I just finished reading the latest issue of the British Fantasy Society Journal, which was focussed on young adult (YA) literature. YA’s a big thing at the moment, particularly with the prominence of the Twilight and Hunger Games films. The question of YA’s popularity with adults came up several times in the journal’s interviews and articles, and they touched on some interesting causes. But there was one factor that wasn’t mentioned, and it’s the one that most interests me – niche.
Look in the sections of a bookstore aimed at adults and you’ll see a lot of weighty tomes. It they’re not thick with dense, literary prose then they’re physically thick, proper doorstoppers full of action, adventure and/or romance. And there are commercial reasons for this. Both ways, the buyers feel like they’ve got good value for money, whether through challenging art or the sheer volume of pages. The latter tendency has encouraged publishers to turn popular novels into lengthy novels. Particularly in the realm of adventure stories – thrillers, murder mysteries, sci-fi, fantasy, and so on – the adult novel has evolved into a bit of a beast. Go back a few decades and you could pick up slim thrillers and sci-fi pulps clocking in around 200 pages. These days they’re likely to be double that.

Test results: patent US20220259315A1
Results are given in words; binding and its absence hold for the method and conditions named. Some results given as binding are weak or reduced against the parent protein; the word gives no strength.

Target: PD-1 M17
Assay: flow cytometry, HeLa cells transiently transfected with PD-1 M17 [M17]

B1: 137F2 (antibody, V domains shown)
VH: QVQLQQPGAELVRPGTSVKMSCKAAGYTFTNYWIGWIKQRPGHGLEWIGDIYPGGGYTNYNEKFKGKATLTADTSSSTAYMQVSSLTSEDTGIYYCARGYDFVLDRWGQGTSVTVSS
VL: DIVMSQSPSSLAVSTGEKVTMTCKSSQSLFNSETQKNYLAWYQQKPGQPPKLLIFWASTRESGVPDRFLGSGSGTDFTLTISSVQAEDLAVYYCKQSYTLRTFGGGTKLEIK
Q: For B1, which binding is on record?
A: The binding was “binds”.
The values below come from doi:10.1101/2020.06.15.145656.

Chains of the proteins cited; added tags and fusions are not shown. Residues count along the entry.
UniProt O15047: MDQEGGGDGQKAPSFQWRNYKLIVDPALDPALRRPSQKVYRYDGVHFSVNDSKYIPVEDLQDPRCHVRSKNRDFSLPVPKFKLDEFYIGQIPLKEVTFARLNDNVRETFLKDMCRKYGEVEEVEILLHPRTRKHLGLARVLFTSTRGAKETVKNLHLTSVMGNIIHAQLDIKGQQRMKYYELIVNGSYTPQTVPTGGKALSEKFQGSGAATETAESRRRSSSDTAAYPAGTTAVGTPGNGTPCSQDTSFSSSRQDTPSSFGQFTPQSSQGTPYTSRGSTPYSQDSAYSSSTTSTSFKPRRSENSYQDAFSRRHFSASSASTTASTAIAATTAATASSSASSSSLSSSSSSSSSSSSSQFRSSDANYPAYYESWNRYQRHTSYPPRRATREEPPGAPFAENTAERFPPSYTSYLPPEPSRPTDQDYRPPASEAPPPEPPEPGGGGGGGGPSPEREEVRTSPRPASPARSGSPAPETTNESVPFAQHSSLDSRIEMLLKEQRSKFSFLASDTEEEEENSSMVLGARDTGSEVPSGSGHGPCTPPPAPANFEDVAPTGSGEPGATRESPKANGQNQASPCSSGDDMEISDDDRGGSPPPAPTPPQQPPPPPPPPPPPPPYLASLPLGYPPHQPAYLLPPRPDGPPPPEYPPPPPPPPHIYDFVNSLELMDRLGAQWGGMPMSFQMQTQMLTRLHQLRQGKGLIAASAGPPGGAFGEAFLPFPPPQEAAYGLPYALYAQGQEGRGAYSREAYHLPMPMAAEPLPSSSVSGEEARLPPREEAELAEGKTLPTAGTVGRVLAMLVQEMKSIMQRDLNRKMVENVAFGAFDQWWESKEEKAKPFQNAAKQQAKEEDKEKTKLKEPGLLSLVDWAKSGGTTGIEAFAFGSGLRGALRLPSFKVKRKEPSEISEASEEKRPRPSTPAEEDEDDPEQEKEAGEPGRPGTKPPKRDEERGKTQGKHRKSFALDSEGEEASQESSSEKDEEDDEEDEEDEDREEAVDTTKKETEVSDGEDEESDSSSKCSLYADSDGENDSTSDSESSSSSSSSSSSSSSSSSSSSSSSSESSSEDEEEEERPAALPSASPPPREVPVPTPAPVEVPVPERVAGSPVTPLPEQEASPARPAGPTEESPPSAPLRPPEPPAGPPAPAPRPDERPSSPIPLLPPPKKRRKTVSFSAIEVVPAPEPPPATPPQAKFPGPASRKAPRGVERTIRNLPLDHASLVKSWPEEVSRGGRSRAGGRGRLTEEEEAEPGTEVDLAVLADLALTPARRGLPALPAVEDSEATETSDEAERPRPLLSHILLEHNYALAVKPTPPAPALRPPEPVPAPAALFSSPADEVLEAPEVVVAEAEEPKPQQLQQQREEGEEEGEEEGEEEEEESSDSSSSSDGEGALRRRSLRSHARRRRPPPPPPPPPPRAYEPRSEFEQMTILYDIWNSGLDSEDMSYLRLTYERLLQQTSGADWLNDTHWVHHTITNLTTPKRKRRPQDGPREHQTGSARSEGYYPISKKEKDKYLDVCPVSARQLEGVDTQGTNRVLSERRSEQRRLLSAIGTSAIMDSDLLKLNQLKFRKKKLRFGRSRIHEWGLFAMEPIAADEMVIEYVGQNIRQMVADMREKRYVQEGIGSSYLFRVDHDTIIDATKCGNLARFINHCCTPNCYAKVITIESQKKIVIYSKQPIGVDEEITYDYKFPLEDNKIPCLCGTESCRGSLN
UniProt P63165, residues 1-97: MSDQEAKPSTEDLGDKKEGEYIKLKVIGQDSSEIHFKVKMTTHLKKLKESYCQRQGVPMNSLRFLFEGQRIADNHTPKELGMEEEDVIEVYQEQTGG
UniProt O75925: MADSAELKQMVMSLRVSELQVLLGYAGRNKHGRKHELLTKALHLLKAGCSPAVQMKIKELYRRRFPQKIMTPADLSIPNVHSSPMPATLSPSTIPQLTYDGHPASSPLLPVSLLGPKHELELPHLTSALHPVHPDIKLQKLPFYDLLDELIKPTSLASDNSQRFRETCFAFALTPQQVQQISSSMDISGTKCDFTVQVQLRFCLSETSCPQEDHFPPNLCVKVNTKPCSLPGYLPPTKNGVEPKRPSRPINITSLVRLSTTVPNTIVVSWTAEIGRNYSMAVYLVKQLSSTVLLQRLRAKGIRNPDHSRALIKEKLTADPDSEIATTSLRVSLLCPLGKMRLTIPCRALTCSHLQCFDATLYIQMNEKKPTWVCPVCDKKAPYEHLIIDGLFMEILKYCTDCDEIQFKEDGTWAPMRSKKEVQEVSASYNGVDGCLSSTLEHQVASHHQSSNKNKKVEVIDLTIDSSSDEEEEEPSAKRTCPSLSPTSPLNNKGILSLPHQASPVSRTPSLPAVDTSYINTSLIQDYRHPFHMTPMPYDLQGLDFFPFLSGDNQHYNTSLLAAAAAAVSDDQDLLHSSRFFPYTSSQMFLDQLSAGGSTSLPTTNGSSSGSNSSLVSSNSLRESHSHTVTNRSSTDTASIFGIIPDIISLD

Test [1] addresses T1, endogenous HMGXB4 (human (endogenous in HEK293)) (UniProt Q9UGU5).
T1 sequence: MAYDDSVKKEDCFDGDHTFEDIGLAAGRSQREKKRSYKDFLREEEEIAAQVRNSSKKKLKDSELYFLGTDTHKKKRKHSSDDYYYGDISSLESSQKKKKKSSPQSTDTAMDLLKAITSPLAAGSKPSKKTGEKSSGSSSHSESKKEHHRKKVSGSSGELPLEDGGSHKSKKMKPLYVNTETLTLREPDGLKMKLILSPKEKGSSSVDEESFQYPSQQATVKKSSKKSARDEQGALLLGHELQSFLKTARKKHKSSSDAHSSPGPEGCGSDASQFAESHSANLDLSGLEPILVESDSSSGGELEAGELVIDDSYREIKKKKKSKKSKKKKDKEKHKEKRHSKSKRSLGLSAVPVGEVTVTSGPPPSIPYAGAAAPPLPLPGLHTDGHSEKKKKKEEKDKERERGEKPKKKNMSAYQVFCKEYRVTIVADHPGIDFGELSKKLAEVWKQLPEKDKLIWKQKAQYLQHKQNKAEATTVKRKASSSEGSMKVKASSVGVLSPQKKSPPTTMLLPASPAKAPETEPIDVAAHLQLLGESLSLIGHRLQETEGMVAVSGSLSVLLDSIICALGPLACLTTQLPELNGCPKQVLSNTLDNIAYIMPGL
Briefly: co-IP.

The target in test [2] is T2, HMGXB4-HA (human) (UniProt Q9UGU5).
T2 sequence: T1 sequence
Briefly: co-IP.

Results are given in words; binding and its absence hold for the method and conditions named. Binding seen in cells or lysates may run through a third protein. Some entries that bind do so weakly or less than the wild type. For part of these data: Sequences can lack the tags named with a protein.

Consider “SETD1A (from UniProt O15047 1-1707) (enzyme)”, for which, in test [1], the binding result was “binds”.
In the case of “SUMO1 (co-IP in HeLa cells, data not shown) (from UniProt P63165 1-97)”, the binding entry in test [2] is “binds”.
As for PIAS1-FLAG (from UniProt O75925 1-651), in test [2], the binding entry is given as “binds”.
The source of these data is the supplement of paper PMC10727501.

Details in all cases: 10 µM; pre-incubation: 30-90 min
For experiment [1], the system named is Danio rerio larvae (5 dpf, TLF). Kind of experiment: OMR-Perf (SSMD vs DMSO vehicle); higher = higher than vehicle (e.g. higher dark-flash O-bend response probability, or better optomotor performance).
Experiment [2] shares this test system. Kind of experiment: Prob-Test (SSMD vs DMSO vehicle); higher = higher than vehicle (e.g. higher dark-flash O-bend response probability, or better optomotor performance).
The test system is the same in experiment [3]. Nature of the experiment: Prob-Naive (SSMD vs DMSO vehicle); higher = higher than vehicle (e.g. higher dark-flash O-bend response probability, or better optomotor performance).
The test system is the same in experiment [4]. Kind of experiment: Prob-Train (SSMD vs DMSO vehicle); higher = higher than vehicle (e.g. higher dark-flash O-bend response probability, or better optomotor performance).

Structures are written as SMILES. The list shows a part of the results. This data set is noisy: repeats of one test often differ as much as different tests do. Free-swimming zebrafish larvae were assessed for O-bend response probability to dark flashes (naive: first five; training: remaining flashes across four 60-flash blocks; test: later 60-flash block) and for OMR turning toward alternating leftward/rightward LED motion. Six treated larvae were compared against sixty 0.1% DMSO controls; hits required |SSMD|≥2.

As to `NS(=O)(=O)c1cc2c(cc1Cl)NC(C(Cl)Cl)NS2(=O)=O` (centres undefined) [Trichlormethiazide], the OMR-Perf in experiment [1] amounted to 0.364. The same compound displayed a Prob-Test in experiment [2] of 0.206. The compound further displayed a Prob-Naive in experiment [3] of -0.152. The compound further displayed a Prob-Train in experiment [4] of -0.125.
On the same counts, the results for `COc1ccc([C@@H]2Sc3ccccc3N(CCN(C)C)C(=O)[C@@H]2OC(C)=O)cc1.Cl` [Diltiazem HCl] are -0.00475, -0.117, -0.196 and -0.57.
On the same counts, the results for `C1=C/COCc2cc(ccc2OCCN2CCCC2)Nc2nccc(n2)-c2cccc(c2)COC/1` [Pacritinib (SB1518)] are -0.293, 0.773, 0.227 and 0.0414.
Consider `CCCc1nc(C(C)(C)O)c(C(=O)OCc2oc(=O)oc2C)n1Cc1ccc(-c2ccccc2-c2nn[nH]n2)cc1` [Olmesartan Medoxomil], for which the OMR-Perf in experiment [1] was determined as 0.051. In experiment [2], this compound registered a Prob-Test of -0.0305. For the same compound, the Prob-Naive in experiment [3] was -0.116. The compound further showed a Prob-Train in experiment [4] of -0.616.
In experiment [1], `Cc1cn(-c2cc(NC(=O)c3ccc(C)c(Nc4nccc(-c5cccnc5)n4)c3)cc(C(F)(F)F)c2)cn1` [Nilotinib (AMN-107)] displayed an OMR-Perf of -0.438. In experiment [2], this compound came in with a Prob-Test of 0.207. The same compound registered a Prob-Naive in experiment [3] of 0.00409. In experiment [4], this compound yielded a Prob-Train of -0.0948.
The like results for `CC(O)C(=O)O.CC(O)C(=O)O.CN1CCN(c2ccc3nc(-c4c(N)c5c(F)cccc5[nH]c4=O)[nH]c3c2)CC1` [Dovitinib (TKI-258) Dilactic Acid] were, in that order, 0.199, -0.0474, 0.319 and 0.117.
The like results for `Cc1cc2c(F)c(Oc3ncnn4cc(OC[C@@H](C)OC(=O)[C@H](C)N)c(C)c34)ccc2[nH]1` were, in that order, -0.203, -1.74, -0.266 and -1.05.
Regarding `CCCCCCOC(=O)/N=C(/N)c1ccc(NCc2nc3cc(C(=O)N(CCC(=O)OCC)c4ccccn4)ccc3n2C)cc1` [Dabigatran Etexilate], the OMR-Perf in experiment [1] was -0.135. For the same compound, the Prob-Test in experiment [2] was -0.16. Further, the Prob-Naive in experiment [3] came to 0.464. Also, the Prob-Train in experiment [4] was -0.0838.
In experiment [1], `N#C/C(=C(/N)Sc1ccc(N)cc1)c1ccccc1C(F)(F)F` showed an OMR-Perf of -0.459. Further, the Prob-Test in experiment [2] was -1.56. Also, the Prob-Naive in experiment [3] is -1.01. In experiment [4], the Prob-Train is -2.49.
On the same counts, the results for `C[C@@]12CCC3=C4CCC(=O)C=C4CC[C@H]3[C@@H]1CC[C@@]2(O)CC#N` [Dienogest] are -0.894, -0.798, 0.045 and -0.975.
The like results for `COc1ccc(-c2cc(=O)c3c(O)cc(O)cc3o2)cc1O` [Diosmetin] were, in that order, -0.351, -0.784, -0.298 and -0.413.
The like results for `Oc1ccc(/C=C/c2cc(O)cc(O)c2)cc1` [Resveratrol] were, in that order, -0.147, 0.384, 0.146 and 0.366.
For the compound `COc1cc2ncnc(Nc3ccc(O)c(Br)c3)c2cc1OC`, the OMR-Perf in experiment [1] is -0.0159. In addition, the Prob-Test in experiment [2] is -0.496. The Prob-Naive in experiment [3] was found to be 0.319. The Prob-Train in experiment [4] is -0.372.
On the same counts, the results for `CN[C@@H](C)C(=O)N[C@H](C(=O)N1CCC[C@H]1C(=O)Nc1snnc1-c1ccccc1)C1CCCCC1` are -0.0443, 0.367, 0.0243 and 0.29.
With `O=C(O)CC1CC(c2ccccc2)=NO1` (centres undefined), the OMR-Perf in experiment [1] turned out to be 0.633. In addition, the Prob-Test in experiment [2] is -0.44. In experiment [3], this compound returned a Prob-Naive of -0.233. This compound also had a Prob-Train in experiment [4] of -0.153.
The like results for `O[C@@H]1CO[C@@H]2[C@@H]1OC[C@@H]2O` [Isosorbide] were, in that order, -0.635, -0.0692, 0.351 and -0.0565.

This change, this slow evolution of the form, has left a niche. Many adults still want something short and accessible, like the old pulp adventure stories. The YA novel neatly fills that gap. It often focusses on adventure and heightened emotion; while not necessarily shallow it is by necessity accessible; and it’s seldom long.
People talk about YA as if it were a recent phenomenon, and as a market in its own right it is. But it seems to me that the role it plays for adult readers is an old one. A gap opened up and YA grew to fill it. If YA hadn’t then something else would have.